Comparison of knowledge and attitudes toward human papillomavirus, HPV vaccine, pap tests, and cervical cancer between US and Peruvian women

Chi Son Han, Daron Gale Ferris, Jennifer L Waller, Philip Tharp, Jessica Walter, Lynn Allmond

Research output: Contribution to journalArticle

7 Citations (Scopus)

Abstract

OBJECTIVES: The purpose of this study was to determine and compare the knowledge and attitudes toward human papillomavirus (HPV), HPV vaccine, Pap tests, and cervical cancer among US and Peruvian women. MATERIALS AND METHODS: A convenience sample of 275 US women in Augusta, GA, and 702 Peruvian women living in or near Cusco, Peru, completed 22- or 21-item questionnaires, respectively. These questionnaires determined their knowledge about HPV, the HPV vaccine, Pap tests, and cervical cancer. Simple logistic regression was used to determine the relationship between location and language on the correct responses. Odds ratios (ORs) and 95% confidence intervals were calculated. RESULTS: US Spanish- (OR = 0.02), Quechua- (OR = 0.05), and Peru Spanish-speaking women (OR = 0.03) were significantly less likely to know that HPV causes cervical cancer compared with US non-Spanish-speaking women. US Spanish- (OR = 10.61, OR = 5.74), Quechua- (OR = 11.08, OR = 9.89), and Peru Spanish-speaking women (OR = 17.25, 14.43) were significantly more likely to be embarrassed and afraid, respectively, to get a Pap test compared with US non-Spanish-speaking women. US Spanish- (OR = 0.11), Quechua- (OR = 0.14), and Peru Spanish-speaking women (OR = 0.11) women were significantly less likely to know the HPV vaccine is safe and effective compared with US non-Spanish-speaking women. CONCLUSIONS: Education must be implemented to address serious misconceptions and worrisome attitudes toward Pap tests and the HPV vaccine to decrease the rate of cervical cancer in Peru and US Spanish-speaking women.

Original languageEnglish (US)
Pages (from-to)121-126
Number of pages6
JournalJournal of Lower Genital Tract Disease
Volume16
Issue number2
DOIs
StatePublished - Apr 1 2012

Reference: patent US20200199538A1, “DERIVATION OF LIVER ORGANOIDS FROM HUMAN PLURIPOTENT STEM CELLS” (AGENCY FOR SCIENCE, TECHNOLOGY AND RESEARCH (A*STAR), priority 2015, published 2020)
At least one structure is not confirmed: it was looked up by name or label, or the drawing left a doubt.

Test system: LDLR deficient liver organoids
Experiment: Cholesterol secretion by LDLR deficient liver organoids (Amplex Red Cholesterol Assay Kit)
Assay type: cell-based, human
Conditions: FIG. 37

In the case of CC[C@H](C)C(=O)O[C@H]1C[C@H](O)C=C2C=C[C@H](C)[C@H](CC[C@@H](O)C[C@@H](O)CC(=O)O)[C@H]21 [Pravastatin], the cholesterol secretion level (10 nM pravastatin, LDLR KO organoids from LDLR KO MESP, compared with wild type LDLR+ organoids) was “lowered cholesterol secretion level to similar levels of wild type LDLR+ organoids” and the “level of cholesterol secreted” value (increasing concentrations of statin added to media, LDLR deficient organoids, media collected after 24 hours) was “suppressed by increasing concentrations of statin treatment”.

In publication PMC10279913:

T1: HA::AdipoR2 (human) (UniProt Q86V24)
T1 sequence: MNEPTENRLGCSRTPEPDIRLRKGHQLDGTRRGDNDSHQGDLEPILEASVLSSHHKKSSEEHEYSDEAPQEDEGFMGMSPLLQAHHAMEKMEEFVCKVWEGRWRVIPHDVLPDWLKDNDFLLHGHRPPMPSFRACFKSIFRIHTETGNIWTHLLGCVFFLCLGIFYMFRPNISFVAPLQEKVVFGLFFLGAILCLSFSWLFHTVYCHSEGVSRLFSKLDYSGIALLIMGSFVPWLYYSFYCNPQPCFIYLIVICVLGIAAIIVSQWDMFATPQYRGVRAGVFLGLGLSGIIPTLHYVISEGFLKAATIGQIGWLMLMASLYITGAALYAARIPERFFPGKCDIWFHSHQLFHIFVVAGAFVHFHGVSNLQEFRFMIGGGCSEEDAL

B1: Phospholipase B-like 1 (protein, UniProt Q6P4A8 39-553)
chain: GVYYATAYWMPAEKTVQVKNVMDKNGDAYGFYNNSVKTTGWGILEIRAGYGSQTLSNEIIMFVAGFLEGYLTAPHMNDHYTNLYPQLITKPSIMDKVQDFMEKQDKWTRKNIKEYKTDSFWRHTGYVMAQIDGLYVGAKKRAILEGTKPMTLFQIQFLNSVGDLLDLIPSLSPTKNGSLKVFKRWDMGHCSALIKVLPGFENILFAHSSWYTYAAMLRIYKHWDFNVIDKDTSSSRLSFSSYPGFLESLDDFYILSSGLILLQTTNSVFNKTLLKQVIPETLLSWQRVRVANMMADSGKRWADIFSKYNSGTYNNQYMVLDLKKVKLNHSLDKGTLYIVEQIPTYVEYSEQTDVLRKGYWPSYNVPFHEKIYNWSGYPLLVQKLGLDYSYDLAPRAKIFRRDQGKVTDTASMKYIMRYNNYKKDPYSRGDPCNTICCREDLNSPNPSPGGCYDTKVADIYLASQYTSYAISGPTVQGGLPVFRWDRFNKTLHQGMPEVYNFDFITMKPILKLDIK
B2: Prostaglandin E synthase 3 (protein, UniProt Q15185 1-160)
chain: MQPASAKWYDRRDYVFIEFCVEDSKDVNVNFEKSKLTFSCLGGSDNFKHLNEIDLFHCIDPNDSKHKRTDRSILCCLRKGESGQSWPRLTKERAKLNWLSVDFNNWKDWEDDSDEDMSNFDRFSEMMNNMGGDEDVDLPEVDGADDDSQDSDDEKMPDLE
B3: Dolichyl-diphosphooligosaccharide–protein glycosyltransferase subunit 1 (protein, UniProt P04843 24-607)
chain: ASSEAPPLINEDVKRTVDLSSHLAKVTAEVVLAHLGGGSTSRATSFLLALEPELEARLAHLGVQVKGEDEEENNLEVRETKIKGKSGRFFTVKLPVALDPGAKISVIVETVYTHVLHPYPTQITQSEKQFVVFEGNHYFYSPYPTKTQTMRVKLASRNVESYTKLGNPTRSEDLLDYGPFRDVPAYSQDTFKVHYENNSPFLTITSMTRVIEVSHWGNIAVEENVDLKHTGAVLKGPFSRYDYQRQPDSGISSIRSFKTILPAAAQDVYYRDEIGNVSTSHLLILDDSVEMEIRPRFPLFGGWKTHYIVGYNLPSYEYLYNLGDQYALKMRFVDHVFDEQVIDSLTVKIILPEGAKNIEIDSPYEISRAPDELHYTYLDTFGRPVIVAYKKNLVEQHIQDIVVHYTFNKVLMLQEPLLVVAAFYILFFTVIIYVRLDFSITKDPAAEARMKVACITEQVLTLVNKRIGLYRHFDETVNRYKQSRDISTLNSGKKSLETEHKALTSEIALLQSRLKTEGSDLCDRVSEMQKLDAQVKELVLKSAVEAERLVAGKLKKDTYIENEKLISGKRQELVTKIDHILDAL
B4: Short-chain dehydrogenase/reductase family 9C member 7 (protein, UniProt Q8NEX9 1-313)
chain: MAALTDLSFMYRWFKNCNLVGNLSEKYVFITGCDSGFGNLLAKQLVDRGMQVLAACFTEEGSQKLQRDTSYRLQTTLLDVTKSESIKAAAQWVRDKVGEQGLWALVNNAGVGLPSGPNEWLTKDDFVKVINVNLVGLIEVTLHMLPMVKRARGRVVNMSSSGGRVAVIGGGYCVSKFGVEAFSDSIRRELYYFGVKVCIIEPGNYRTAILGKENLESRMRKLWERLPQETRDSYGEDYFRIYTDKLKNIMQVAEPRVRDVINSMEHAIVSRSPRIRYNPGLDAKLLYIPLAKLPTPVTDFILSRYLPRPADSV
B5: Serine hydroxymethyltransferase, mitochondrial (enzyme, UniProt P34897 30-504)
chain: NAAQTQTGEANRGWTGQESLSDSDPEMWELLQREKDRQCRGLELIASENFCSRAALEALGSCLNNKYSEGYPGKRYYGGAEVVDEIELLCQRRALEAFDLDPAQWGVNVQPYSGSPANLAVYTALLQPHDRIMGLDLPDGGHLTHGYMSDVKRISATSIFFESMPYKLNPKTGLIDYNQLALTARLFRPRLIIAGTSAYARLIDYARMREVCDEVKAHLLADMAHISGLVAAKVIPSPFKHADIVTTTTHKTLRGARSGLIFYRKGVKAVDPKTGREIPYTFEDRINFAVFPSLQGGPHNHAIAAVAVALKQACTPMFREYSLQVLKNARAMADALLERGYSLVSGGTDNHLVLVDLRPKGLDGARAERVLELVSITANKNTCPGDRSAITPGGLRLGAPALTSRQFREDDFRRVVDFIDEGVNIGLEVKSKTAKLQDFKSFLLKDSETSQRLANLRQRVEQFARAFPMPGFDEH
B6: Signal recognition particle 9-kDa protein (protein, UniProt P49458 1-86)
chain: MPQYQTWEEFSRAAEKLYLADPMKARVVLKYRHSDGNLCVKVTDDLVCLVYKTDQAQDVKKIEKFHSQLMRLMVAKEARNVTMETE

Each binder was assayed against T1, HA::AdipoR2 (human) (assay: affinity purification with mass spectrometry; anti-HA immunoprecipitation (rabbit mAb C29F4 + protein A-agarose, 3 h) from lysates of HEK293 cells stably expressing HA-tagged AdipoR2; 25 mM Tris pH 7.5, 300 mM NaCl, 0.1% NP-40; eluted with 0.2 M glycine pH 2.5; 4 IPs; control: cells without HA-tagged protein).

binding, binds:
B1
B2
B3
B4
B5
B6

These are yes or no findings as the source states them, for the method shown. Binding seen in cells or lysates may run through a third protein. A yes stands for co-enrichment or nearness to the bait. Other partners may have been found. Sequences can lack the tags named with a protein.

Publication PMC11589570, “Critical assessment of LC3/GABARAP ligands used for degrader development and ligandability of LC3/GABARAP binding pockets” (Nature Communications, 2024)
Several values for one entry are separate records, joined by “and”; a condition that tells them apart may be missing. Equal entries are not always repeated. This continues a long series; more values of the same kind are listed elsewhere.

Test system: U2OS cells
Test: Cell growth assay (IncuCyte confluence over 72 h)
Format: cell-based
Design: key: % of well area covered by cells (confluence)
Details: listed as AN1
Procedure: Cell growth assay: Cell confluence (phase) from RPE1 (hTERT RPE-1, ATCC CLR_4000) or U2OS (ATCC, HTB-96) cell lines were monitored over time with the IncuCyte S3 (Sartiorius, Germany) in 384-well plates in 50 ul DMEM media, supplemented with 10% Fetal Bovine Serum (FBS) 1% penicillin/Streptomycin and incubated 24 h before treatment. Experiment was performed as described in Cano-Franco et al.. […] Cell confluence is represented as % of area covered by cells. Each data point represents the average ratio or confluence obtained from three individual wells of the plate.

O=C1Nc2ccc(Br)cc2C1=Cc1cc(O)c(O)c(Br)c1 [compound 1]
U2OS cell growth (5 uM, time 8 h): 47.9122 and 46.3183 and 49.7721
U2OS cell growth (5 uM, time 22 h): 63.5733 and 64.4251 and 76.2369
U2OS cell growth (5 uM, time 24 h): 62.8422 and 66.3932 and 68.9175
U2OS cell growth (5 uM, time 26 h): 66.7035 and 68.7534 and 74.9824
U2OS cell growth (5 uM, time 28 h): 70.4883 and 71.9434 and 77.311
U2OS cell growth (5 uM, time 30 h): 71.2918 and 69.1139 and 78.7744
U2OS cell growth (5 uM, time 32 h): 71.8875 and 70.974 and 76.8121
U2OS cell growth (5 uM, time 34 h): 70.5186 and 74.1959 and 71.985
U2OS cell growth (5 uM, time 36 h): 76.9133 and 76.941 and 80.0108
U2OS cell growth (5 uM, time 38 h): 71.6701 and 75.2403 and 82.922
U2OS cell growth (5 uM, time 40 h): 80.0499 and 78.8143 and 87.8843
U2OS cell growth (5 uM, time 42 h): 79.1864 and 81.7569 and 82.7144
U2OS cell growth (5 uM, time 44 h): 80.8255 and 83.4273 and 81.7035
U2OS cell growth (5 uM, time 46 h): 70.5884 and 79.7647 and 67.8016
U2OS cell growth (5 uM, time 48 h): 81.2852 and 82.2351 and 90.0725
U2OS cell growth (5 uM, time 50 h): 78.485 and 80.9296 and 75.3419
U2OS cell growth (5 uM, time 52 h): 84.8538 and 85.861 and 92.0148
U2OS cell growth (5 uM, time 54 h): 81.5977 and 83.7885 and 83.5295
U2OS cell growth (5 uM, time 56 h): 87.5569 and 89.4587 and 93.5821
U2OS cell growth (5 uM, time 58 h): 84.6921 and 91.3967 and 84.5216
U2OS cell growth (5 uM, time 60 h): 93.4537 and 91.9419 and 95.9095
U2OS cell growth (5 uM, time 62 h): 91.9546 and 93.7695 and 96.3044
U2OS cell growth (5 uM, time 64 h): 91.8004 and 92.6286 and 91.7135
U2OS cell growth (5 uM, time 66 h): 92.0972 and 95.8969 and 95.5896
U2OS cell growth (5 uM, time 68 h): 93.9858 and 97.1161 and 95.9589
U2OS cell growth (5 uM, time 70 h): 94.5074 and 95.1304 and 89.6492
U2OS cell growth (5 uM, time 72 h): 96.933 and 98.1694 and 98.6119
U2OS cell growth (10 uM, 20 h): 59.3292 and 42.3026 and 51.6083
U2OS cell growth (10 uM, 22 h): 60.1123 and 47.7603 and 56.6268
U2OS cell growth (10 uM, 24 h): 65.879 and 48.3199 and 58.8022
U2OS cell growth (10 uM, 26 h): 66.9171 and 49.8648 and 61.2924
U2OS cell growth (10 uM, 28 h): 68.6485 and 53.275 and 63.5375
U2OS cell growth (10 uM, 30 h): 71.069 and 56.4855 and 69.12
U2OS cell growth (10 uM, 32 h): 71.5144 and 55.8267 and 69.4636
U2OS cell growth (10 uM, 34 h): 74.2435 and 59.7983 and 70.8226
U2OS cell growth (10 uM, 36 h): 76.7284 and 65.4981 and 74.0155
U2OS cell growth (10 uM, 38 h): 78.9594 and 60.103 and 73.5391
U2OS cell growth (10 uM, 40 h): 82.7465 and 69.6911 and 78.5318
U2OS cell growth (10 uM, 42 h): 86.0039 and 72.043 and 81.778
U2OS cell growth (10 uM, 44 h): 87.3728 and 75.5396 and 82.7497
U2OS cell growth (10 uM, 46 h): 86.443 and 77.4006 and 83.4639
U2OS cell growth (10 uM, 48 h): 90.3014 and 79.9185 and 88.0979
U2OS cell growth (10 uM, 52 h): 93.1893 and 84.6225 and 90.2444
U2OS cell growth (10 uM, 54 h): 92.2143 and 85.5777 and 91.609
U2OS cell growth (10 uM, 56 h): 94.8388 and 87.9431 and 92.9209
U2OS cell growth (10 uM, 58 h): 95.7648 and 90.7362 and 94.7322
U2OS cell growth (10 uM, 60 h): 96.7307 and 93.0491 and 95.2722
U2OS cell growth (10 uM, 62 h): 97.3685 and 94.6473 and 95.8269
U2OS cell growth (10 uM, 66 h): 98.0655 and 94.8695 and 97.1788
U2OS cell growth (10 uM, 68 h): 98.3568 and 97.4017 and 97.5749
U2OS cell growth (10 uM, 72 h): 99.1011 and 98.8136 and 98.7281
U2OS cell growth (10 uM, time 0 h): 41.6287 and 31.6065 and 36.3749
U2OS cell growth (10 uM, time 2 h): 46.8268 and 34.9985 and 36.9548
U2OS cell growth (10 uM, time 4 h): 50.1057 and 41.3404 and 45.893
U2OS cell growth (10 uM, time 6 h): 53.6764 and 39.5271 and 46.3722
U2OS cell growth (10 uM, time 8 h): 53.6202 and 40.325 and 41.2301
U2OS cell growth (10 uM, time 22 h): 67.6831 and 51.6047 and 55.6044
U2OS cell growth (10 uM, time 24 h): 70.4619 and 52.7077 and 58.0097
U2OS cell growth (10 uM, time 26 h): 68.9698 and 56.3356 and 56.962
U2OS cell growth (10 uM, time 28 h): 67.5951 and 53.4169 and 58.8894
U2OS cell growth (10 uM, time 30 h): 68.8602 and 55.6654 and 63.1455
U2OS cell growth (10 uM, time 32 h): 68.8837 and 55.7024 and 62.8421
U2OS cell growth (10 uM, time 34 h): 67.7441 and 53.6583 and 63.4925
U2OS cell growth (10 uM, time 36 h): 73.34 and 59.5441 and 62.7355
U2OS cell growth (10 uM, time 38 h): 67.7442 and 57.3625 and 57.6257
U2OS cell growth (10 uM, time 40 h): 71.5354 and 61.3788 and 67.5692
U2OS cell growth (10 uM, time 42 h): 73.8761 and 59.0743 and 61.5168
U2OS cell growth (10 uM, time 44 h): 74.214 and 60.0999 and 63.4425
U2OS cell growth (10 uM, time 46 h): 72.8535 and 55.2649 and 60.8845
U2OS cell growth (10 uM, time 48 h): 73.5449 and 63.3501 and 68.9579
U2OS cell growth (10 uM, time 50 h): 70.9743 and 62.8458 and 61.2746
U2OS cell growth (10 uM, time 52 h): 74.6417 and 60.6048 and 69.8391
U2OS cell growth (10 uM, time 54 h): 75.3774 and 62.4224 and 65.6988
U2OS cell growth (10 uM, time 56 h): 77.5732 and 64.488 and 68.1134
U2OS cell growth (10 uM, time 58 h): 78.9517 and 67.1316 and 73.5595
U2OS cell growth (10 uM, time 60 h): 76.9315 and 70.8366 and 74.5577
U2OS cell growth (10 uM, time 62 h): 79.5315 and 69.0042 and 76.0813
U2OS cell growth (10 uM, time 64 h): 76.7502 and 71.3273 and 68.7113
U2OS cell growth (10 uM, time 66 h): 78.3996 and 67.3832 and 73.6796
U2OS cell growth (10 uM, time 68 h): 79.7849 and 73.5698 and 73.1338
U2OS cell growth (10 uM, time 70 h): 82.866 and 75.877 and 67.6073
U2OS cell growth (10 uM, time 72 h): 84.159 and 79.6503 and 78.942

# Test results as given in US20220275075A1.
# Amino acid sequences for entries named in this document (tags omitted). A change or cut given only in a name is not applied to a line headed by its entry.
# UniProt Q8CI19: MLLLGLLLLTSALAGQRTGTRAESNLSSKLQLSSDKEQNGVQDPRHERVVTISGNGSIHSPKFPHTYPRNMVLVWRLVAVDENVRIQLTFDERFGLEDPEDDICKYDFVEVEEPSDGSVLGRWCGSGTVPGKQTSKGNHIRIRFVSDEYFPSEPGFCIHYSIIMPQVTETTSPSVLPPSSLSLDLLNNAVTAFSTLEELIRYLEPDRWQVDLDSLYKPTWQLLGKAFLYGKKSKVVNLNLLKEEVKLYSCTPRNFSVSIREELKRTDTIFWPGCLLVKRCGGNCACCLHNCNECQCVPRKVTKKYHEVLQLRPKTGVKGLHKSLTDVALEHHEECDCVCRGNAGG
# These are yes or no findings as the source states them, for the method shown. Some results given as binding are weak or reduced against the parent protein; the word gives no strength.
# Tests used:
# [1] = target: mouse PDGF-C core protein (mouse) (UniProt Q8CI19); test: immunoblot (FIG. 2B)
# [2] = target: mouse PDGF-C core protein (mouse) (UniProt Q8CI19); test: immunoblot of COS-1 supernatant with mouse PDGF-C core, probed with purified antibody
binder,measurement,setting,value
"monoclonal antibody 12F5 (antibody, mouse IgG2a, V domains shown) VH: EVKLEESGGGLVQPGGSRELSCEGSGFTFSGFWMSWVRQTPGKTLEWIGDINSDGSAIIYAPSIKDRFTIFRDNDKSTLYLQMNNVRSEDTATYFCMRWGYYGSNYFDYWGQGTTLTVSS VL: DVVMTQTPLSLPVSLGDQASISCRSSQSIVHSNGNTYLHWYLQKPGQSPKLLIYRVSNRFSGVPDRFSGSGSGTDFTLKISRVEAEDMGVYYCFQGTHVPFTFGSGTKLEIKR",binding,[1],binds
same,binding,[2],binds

Fingerprint

Papanicolaou Test
Papillomavirus Vaccines
Uterine Cervical Neoplasms
Odds Ratio
Peru
Language

Keywords

  • attitudes
  • cervical cancer
  • human papillomavirus
  • knowledge
  • Pap test

ASJC Scopus subject areas

  • Obstetrics and Gynecology

Cite this

Comparison of knowledge and attitudes toward human papillomavirus, HPV vaccine, pap tests, and cervical cancer between US and Peruvian women. / Han, Chi Son; Ferris, Daron Gale; Waller, Jennifer L; Tharp, Philip; Walter, Jessica; Allmond, Lynn.

In: Journal of Lower Genital Tract Disease, Vol. 16, No. 2, 01.04.2012, p. 121-126.

Research output: Contribution to journalArticle

@article{7586151843044850a517b535509e17d1,
title = "Comparison of knowledge and attitudes toward human papillomavirus, HPV vaccine, pap tests, and cervical cancer between US and Peruvian women",
abstract = "OBJECTIVES: The purpose of this study was to determine and compare the knowledge and attitudes toward human papillomavirus (HPV), HPV vaccine, Pap tests, and cervical cancer among US and Peruvian women. MATERIALS AND METHODS: A convenience sample of 275 US women in Augusta, GA, and 702 Peruvian women living in or near Cusco, Peru, completed 22- or 21-item questionnaires, respectively. These questionnaires determined their knowledge about HPV, the HPV vaccine, Pap tests, and cervical cancer. Simple logistic regression was used to determine the relationship between location and language on the correct responses. Odds ratios (ORs) and 95{\%} confidence intervals were calculated. RESULTS: US Spanish- (OR = 0.02), Quechua- (OR = 0.05), and Peru Spanish-speaking women (OR = 0.03) were significantly less likely to know that HPV causes cervical cancer compared with US non-Spanish-speaking women. US Spanish- (OR = 10.61, OR = 5.74), Quechua- (OR = 11.08, OR = 9.89), and Peru Spanish-speaking women (OR = 17.25, 14.43) were significantly more likely to be embarrassed and afraid, respectively, to get a Pap test compared with US non-Spanish-speaking women. US Spanish- (OR = 0.11), Quechua- (OR = 0.14), and Peru Spanish-speaking women (OR = 0.11) women were significantly less likely to know the HPV vaccine is safe and effective compared with US non-Spanish-speaking women. CONCLUSIONS: Education must be implemented to address serious misconceptions and worrisome attitudes toward Pap tests and the HPV vaccine to decrease the rate of cervical cancer in Peru and US Spanish-speaking women.",